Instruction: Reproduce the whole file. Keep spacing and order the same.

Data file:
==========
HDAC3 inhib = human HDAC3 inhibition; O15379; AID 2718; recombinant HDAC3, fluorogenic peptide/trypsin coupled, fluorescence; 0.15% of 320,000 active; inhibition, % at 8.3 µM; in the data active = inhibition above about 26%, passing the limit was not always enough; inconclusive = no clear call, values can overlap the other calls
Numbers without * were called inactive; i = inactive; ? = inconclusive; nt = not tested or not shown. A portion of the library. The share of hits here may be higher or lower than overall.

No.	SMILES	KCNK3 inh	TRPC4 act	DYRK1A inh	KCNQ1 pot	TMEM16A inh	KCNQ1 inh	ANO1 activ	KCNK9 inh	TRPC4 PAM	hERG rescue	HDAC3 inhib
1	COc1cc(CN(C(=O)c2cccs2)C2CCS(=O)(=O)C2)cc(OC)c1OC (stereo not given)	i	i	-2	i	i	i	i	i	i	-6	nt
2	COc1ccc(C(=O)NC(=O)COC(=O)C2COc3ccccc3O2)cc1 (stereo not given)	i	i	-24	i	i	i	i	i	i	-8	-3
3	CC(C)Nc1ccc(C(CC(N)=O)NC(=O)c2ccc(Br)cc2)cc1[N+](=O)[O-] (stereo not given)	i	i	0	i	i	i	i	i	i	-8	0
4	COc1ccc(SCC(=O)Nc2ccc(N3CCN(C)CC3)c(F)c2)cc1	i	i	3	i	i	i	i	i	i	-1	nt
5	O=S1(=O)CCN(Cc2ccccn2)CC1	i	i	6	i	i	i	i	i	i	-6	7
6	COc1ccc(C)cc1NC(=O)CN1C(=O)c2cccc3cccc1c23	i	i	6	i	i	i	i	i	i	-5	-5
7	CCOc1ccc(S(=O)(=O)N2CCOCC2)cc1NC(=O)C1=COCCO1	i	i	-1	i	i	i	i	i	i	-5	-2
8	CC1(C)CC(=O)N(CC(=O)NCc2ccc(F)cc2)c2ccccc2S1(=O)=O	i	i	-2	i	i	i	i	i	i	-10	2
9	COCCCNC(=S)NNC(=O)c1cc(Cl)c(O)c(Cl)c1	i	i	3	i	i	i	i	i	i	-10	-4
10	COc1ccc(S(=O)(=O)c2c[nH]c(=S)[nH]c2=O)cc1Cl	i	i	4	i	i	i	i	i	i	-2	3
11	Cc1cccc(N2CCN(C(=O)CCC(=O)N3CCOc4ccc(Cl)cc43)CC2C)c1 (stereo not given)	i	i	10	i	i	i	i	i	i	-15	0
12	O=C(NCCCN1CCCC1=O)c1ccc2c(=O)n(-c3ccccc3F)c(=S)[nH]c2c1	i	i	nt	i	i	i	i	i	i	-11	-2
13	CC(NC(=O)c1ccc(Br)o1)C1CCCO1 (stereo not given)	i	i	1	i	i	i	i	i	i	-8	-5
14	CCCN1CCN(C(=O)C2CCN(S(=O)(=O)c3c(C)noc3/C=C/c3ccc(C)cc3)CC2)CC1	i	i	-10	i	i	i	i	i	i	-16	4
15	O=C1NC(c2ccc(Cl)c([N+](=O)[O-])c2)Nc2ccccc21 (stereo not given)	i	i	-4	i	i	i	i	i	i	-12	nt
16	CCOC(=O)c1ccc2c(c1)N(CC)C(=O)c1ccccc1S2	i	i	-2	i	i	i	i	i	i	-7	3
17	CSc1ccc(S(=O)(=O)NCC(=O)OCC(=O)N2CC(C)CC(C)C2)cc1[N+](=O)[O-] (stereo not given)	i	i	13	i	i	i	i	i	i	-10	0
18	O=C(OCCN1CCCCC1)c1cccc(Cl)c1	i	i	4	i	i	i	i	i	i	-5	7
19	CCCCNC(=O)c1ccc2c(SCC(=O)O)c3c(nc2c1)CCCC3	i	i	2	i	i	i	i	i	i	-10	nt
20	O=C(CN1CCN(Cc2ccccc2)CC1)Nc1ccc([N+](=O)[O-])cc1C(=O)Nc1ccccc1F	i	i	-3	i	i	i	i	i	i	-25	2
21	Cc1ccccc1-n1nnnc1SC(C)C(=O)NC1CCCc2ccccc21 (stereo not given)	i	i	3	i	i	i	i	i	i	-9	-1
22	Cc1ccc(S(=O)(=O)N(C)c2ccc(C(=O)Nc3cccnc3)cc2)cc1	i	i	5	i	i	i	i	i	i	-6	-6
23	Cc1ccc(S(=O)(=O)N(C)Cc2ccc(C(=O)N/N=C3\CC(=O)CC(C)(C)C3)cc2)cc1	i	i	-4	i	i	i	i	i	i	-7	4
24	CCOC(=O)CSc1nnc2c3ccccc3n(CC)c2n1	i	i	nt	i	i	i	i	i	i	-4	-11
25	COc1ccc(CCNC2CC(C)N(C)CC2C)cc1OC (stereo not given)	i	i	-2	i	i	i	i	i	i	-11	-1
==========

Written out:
HDAC3 inhib = human HDAC3 inhibition; O15379; AID 2718; recombinant HDAC3, fluorogenic peptide/trypsin coupled, fluorescence; 0.15% of 320,000 active; inhibition, % at 8.3 µM; in the data active = inhibition above about 26%, passing the limit was not always enough; inconclusive = no clear call, values can overlap the other calls
Numbers without * were called inactive; i = inactive; ? = inconclusive; nt = not tested or not shown. A portion of the library. The share of hits here may be higher or lower than overall.

No.	SMILES	KCNK3 inh	TRPC4 act	DYRK1A inh	KCNQ1 pot	TMEM16A inh	KCNQ1 inh	ANO1 activ	KCNK9 inh	TRPC4 PAM	hERG rescue	HDAC3 inhib
1	COc1cc(CN(C(=O)c2cccs2)C2CCS(=O)(=O)C2)cc(OC)c1OC (stereo not given)	i	i	-2	i	i	i	i	i	i	-6	nt
2	COc1ccc(C(=O)NC(=O)COC(=O)C2COc3ccccc3O2)cc1 (stereo not given)	i	i	-24	i	i	i	i	i	i	-8	-3
3	CC(C)Nc1ccc(C(CC(N)=O)NC(=O)c2ccc(Br)cc2)cc1[N+](=O)[O-] (stereo not given)	i	i	0	i	i	i	i	i	i	-8	0
4	COc1ccc(SCC(=O)Nc2ccc(N3CCN(C)CC3)c(F)c2)cc1	i	i	3	i	i	i	i	i	i	-1	nt
5	O=S1(=O)CCN(Cc2ccccn2)CC1	i	i	6	i	i	i	i	i	i	-6	7
6	COc1ccc(C)cc1NC(=O)CN1C(=O)c2cccc3cccc1c23	i	i	6	i	i	i	i	i	i	-5	-5
7	CCOc1ccc(S(=O)(=O)N2CCOCC2)cc1NC(=O)C1=COCCO1	i	i	-1	i	i	i	i	i	i	-5	-2
8	CC1(C)CC(=O)N(CC(=O)NCc2ccc(F)cc2)c2ccccc2S1(=O)=O	i	i	-2	i	i	i	i	i	i	-10	2
9	COCCCNC(=S)NNC(=O)c1cc(Cl)c(O)c(Cl)c1	i	i	3	i	i	i	i	i	i	-10	-4
10	COc1ccc(S(=O)(=O)c2c[nH]c(=S)[nH]c2=O)cc1Cl	i	i	4	i	i	i	i	i	i	-2	3
11	Cc1cccc(N2CCN(C(=O)CCC(=O)N3CCOc4ccc(Cl)cc43)CC2C)c1 (stereo not given)	i	i	10	i	i	i	i	i	i	-15	0
12	O=C(NCCCN1CCCC1=O)c1ccc2c(=O)n(-c3ccccc3F)c(=S)[nH]c2c1	i	i	nt	i	i	i	i	i	i	-11	-2
13	CC(NC(=O)c1ccc(Br)o1)C1CCCO1 (stereo not given)	i	i	1	i	i	i	i	i	i	-8	-5
14	CCCN1CCN(C(=O)C2CCN(S(=O)(=O)c3c(C)noc3/C=C/c3ccc(C)cc3)CC2)CC1	i	i	-10	i	i	i	i	i	i	-16	4
15	O=C1NC(c2ccc(Cl)c([N+](=O)[O-])c2)Nc2ccccc21 (stereo not given)	i	i	-4	i	i	i	i	i	i	-12	nt
16	CCOC(=O)c1ccc2c(c1)N(CC)C(=O)c1ccccc1S2	i	i	-2	i	i	i	i	i	i	-7	3
17	CSc1ccc(S(=O)(=O)NCC(=O)OCC(=O)N2CC(C)CC(C)C2)cc1[N+](=O)[O-] (stereo not given)	i	i	13	i	i	i	i	i	i	-10	0
18	O=C(OCCN1CCCCC1)c1cccc(Cl)c1	i	i	4	i	i	i	i	i	i	-5	7
19	CCCCNC(=O)c1ccc2c(SCC(=O)O)c3c(nc2c1)CCCC3	i	i	2	i	i	i	i	i	i	-10	nt
20	O=C(CN1CCN(Cc2ccccc2)CC1)Nc1ccc([N+](=O)[O-])cc1C(=O)Nc1ccccc1F	i	i	-3	i	i	i	i	i	i	-25	2
21	Cc1ccccc1-n1nnnc1SC(C)C(=O)NC1CCCc2ccccc21 (stereo not given)	i	i	3	i	i	i	i	i	i	-9	-1
22	Cc1ccc(S(=O)(=O)N(C)c2ccc(C(=O)Nc3cccnc3)cc2)cc1	i	i	5	i	i	i	i	i	i	-6	-6
23	Cc1ccc(S(=O)(=O)N(C)Cc2ccc(C(=O)N/N=C3\CC(=O)CC(C)(C)C3)cc2)cc1	i	i	-4	i	i	i	i	i	i	-7	4
24	CCOC(=O)CSc1nnc2c3ccccc3n(CC)c2n1	i	i	nt	i	i	i	i	i	i	-4	-11
25	COc1ccc(CCNC2CC(C)N(C)CC2C)cc1OC (stereo not given)	i	i	-2	i	i	i	i	i	i	-11	-1